SOUTH BRONX — "We don't want a black girl," a Harlem woman was told before being rejected for the district manager position of a local Community Board, according to a civil rights complaint.
Harlem resident Medina Sadiq was turned down for the administrative job at Bronx Community Board 2, she claims, because of her dark skin and Harlem address, a complaint filed with the Equal Employment Opportunity Commission said.
She had already accepted the job after multiple interviews over the summer and was set to start working on Aug. 1, she said, but was told she would have to voted in during a board meeting in July.
“I had been sitting on that community board as a member of the Economic Development Committee for seven years," she said, "so I knew everybody anyway, so I said, 'Well, OK, sure.'”
When she arrived, a member of the board's search committee took her aside and told her to expect a "rough meeting" because some board members were upset that other candidates they had preferred were not chosen for the position, according to the complaint.
Immediately after the meeting was called to order, board members became angry that only one candidate was being presented for them to vote on, and several said that they did not want a "Harlem girl" to lead the board, the complaint says.
After a representative from the Bronx Borough President's Office clarified that the district manager of a community board does not need to live in the district, a board member doubled down on the race issue, saying, "No queremos una morena," which translates to, "We do not want a black girl," according to the complaint.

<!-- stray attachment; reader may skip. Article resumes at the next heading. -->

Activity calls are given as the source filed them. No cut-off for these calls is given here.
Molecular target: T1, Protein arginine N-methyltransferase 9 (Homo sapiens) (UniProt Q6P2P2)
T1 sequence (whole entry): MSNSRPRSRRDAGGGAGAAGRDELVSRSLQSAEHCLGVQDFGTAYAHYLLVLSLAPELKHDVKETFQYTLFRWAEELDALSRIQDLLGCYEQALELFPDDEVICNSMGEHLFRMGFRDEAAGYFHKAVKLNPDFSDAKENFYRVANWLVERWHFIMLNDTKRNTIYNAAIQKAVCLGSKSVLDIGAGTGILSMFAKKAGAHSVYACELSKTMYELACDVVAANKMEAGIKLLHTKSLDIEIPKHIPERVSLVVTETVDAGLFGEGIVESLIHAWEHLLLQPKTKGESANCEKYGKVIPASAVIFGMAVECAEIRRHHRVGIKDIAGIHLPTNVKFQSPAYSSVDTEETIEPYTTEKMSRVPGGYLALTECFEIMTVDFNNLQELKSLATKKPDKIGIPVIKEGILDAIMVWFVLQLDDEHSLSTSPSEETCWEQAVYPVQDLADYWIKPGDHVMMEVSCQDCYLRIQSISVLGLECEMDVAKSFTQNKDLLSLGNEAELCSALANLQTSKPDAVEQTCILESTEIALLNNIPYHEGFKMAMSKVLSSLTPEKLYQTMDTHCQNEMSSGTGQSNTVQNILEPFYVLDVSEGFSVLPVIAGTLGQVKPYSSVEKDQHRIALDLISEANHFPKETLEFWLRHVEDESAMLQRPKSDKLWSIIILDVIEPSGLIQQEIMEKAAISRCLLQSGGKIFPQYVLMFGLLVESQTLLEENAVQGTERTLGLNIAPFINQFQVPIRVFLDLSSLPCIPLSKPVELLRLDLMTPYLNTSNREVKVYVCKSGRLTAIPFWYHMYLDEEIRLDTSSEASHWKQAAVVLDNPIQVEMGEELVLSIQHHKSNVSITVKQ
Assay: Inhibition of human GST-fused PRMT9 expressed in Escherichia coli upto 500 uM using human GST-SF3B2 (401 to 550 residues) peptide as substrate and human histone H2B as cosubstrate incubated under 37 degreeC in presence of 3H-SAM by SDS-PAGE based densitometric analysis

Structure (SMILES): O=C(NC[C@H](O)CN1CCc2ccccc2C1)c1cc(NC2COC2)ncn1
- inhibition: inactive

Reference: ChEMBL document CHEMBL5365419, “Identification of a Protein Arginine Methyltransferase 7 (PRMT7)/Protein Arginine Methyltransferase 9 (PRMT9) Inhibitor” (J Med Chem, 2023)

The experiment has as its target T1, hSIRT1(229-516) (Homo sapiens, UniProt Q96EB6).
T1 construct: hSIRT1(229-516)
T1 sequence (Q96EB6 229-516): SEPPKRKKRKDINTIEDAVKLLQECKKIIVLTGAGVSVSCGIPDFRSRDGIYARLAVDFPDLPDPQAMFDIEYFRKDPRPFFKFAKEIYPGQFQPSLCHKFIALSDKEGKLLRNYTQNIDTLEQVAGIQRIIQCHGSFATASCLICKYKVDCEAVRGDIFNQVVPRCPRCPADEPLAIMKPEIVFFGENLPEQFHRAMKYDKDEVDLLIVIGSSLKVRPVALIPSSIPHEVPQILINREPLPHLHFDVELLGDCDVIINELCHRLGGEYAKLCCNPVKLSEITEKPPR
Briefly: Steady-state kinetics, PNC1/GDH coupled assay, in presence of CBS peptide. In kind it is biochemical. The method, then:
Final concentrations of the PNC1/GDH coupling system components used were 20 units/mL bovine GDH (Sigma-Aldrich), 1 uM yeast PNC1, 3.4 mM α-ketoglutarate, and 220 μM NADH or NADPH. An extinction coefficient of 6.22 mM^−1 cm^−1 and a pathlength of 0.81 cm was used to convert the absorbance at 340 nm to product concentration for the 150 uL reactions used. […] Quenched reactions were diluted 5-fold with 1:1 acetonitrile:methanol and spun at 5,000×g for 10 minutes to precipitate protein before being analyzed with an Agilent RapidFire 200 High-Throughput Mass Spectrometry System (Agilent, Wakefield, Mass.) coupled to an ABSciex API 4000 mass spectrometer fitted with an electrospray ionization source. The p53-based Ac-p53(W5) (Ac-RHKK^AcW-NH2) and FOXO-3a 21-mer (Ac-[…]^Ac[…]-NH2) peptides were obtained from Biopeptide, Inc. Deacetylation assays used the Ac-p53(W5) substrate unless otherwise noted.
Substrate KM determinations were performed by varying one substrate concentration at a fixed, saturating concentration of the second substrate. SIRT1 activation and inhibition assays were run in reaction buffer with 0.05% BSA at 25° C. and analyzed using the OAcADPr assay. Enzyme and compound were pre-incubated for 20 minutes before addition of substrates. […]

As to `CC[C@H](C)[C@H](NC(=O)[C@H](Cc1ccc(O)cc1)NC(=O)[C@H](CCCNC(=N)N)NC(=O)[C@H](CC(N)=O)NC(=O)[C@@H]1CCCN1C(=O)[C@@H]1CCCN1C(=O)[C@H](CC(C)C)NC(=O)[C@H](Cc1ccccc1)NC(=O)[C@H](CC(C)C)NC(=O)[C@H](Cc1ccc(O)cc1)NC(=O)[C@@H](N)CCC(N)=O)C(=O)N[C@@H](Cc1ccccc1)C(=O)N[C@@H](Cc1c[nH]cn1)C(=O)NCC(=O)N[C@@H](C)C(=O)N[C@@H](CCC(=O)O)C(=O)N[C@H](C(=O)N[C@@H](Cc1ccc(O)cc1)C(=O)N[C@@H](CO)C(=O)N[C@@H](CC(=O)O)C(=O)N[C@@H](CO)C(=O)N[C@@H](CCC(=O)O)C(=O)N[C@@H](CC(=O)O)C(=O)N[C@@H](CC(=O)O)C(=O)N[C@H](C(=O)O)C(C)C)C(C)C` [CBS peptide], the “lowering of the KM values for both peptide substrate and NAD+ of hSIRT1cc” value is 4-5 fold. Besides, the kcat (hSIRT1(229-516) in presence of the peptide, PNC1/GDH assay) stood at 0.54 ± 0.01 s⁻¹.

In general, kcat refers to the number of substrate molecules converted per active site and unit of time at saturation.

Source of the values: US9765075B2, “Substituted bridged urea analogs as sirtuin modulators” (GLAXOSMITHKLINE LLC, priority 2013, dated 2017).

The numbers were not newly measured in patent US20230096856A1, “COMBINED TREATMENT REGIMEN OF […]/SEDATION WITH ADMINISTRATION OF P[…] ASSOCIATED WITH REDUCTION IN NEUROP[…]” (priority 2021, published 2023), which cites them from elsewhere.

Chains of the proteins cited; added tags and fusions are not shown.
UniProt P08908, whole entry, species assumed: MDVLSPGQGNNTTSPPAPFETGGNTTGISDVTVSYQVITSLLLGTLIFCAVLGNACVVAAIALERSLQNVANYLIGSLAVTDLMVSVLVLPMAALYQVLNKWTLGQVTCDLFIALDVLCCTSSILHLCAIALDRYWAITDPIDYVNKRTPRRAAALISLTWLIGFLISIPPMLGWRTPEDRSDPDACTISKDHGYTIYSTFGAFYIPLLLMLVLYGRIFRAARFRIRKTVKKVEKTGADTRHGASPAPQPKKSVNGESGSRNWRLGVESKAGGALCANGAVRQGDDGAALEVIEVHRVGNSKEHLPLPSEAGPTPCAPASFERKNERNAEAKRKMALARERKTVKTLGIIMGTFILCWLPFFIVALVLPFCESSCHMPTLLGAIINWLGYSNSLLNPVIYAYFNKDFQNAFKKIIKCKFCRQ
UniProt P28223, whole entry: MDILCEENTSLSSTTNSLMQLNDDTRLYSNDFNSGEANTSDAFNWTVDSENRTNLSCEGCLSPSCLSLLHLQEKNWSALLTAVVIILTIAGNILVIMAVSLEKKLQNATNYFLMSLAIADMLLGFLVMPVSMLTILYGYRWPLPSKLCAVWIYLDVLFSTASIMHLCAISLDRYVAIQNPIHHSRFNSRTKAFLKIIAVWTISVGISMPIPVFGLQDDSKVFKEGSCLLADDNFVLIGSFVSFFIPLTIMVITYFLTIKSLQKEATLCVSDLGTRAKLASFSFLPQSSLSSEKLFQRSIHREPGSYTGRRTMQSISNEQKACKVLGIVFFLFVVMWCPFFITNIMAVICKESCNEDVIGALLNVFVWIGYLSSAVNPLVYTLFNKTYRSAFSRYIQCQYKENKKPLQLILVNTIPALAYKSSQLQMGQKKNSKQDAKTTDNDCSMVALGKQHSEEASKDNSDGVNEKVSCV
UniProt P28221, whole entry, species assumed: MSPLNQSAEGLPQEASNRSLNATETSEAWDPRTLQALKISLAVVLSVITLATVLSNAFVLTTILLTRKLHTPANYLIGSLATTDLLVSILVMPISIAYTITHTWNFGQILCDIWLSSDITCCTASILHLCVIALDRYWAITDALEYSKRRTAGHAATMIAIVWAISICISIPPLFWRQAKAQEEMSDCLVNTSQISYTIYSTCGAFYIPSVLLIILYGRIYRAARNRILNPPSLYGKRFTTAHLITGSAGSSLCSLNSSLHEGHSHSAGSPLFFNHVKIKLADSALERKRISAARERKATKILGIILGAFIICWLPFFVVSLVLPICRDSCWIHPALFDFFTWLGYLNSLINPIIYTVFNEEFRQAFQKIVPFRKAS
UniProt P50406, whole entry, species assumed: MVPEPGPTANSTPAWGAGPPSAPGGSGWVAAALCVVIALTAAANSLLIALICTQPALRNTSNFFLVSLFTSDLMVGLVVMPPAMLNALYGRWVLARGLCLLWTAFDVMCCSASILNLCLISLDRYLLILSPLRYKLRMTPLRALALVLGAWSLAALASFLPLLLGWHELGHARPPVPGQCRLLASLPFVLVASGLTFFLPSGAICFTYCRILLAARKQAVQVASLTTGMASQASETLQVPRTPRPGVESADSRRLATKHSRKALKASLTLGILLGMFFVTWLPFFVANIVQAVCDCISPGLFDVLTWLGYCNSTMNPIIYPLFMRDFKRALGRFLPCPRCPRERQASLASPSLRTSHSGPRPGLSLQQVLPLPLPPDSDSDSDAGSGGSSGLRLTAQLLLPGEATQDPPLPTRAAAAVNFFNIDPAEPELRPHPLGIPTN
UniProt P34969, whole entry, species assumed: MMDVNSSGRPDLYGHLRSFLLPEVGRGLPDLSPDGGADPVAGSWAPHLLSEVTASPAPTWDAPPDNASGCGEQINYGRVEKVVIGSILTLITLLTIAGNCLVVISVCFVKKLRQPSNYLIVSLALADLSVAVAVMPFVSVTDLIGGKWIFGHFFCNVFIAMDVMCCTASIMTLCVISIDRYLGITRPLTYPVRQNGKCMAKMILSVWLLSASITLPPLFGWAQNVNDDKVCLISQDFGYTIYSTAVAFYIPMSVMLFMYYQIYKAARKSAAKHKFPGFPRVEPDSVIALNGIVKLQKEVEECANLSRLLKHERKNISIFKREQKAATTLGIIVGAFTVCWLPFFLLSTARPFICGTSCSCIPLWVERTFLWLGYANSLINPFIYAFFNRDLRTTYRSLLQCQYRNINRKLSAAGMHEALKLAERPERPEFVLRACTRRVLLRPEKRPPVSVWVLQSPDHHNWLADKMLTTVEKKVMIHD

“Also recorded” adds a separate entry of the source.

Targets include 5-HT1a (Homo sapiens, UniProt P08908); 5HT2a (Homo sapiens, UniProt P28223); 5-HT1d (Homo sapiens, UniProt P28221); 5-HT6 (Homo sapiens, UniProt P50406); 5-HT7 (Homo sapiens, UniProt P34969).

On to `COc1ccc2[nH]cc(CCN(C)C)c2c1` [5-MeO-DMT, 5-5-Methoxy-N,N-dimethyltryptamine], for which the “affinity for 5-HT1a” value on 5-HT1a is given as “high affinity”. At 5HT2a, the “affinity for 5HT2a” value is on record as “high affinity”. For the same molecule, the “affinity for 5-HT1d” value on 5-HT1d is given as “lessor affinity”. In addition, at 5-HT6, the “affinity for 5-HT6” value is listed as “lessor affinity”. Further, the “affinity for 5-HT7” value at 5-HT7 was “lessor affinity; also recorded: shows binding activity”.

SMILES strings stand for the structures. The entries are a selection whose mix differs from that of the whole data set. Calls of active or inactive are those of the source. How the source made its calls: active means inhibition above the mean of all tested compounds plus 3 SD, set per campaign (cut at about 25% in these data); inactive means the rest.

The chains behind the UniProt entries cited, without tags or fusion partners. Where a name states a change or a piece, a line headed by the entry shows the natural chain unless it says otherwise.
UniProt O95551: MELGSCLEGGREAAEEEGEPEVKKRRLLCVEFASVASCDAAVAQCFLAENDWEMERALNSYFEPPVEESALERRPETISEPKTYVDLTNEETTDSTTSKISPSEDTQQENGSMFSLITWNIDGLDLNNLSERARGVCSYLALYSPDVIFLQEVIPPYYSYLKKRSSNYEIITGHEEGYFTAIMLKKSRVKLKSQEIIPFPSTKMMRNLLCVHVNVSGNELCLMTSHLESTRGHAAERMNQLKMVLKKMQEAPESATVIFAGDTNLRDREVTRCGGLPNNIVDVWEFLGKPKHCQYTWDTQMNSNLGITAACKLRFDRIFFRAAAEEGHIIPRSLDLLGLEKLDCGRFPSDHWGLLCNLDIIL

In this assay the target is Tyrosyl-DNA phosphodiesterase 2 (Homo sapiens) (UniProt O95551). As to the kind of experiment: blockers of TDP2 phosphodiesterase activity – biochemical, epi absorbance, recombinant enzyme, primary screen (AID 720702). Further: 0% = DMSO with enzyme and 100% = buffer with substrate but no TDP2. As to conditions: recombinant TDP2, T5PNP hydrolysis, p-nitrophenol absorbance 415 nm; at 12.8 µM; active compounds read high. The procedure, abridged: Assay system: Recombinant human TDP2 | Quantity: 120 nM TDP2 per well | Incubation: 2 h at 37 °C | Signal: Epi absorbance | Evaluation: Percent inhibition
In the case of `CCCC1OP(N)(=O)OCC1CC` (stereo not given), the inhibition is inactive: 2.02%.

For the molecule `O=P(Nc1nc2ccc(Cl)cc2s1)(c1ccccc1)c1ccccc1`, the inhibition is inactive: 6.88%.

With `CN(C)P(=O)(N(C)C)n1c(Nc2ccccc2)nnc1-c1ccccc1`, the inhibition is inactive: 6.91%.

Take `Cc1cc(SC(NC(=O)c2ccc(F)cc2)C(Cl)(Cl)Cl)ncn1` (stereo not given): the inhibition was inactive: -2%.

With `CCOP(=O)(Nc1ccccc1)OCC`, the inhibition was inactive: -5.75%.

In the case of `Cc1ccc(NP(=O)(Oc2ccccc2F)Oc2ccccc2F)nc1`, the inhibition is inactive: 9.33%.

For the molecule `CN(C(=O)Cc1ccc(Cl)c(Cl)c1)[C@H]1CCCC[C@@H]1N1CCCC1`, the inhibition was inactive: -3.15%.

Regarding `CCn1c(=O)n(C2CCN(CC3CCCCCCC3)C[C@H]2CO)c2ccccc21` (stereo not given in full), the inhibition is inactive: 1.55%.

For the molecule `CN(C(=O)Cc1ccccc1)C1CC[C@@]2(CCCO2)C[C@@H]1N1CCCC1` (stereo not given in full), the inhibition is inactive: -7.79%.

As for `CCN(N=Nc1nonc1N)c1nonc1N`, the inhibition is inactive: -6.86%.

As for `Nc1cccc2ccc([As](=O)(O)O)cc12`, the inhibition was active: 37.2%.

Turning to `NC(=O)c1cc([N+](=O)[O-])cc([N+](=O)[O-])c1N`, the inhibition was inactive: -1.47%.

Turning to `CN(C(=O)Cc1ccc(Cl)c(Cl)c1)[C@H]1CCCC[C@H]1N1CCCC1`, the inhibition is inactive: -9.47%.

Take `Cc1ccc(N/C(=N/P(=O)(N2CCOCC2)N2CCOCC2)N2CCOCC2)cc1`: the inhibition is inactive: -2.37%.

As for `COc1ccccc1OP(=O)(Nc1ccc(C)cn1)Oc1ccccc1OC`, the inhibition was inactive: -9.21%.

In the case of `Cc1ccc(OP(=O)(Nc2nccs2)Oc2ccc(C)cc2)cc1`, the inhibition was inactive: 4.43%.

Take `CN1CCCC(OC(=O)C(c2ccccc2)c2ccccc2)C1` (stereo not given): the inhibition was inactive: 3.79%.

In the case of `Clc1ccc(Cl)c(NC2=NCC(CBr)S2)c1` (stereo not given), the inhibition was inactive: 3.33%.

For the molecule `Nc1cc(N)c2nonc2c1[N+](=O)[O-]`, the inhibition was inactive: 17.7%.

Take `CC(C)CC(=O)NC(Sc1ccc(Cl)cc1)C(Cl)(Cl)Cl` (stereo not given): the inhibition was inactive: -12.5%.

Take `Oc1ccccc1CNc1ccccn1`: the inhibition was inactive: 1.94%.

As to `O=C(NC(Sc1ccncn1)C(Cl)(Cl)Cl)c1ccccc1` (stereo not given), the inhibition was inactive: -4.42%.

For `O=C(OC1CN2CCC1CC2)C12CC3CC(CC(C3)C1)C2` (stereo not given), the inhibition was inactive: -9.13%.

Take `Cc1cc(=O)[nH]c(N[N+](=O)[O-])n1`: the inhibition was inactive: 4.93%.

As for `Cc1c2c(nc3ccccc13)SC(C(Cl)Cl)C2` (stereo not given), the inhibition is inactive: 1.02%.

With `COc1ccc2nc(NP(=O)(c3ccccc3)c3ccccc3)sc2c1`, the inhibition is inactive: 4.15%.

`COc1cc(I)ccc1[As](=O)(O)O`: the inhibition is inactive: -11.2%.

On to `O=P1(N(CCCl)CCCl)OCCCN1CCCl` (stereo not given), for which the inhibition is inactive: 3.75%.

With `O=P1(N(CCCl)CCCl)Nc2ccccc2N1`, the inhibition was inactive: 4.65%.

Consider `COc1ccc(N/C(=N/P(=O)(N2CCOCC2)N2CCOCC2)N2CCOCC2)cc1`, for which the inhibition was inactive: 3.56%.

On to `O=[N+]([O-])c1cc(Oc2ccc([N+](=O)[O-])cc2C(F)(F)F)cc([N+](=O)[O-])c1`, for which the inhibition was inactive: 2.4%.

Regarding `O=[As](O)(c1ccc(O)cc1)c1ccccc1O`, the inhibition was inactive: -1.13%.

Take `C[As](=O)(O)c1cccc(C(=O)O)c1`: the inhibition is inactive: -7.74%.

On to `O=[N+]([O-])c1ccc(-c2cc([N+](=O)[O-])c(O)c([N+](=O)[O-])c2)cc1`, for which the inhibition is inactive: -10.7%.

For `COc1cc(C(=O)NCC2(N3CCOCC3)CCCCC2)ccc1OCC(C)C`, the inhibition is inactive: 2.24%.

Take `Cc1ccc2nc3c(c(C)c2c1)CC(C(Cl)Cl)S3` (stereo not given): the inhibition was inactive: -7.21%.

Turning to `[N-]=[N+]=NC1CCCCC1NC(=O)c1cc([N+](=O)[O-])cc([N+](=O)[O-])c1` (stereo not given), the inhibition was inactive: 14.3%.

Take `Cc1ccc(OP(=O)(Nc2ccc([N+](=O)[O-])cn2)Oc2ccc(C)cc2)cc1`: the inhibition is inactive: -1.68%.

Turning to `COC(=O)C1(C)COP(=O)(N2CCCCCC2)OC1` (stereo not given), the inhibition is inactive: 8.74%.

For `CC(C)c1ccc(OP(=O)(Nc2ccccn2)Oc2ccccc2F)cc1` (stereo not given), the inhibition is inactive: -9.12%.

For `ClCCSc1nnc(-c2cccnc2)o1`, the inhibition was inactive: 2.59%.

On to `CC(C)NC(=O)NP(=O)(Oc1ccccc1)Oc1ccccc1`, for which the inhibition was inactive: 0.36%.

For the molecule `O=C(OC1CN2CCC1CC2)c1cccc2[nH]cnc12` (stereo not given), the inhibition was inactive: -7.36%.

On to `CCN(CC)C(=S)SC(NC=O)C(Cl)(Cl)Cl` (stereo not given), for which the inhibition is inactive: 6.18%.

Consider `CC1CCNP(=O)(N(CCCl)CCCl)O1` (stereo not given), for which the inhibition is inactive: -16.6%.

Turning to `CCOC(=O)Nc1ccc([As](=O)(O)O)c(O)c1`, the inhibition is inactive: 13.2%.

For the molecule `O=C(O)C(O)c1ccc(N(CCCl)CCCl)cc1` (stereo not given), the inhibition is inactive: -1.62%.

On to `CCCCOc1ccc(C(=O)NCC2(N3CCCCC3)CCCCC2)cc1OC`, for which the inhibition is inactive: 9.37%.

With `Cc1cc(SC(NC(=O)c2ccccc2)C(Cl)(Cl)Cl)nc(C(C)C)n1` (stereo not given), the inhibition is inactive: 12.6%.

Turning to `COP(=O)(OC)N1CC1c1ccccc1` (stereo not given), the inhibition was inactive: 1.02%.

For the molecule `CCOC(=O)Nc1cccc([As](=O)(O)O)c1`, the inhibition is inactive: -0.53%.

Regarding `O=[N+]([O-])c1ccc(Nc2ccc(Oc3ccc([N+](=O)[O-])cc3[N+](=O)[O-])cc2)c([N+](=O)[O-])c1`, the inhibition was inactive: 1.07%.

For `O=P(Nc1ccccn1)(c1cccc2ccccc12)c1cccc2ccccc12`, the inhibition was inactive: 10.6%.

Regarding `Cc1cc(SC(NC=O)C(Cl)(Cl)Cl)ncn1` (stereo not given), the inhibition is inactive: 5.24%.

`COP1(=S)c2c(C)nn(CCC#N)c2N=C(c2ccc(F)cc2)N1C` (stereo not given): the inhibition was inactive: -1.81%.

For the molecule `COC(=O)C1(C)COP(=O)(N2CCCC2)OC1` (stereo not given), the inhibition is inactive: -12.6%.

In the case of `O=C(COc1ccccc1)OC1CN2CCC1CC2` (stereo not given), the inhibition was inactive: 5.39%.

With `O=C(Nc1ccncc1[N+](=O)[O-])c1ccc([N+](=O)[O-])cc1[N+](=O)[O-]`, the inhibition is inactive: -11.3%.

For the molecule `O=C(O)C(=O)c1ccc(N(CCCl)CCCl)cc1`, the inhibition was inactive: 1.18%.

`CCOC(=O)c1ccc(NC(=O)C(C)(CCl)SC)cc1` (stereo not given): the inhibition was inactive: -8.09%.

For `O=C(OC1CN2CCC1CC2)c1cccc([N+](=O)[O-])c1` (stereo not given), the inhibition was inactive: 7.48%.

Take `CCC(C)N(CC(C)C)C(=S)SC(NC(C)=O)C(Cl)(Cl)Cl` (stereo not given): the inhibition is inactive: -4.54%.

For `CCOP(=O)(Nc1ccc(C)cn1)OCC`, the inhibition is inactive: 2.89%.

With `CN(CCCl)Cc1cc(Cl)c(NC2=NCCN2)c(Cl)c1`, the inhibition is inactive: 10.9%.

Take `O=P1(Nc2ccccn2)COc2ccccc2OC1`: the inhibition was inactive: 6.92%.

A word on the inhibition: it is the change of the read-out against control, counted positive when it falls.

A majority of Bronx Community Board 2 members are Hispanic, and although Sadiq herself is Puerto Rican, "her overall physical appearance is subjectively perceived as that of a black woman more so than a Hispanic woman," the complaint reads.
Sadiq was "shocked, embarrassed and disgusted" by this discriminatory treatment, given that she was being attacked solely because of her Harlem address and her physical appearance as a black woman, not because of her professional background or credentials, the complaint says.
"They never asked me any questions," Sadiq said. "I never was given the opportunity to speak because it never was about me as a qualified person or not."
The complaint describes her as an "exemplary employee with a solid professional background and a law degree" who most recently served as executive director of the Southern Boulevard Business Improvement District from 2008 to 2016.
One board member eventually noticed how upset the comments about Sadiq's ethnicity were making her and said, "Someone go next to her and hold her hand," according to the complaint.
However, there was ultimately no vote on Sadiq at the meeting, so her election to the district manager position was not approved, and she left "without saying a word and in complete shock and utter disgust," the complaint says.
She was diagnosed with post traumatic stress disorder on Oct. 10 and is seeking damages for emotional distress, physical injuries and attorneys' fees, the complaint says.
Bronx Community Board 2 covers South Bronx neighborhoods including Hunts Point and Longwood. Members declined to comment on the EEOC complaint.
"These people were so horrible to me," Sadiq said, "and I was so certain that everything was fine."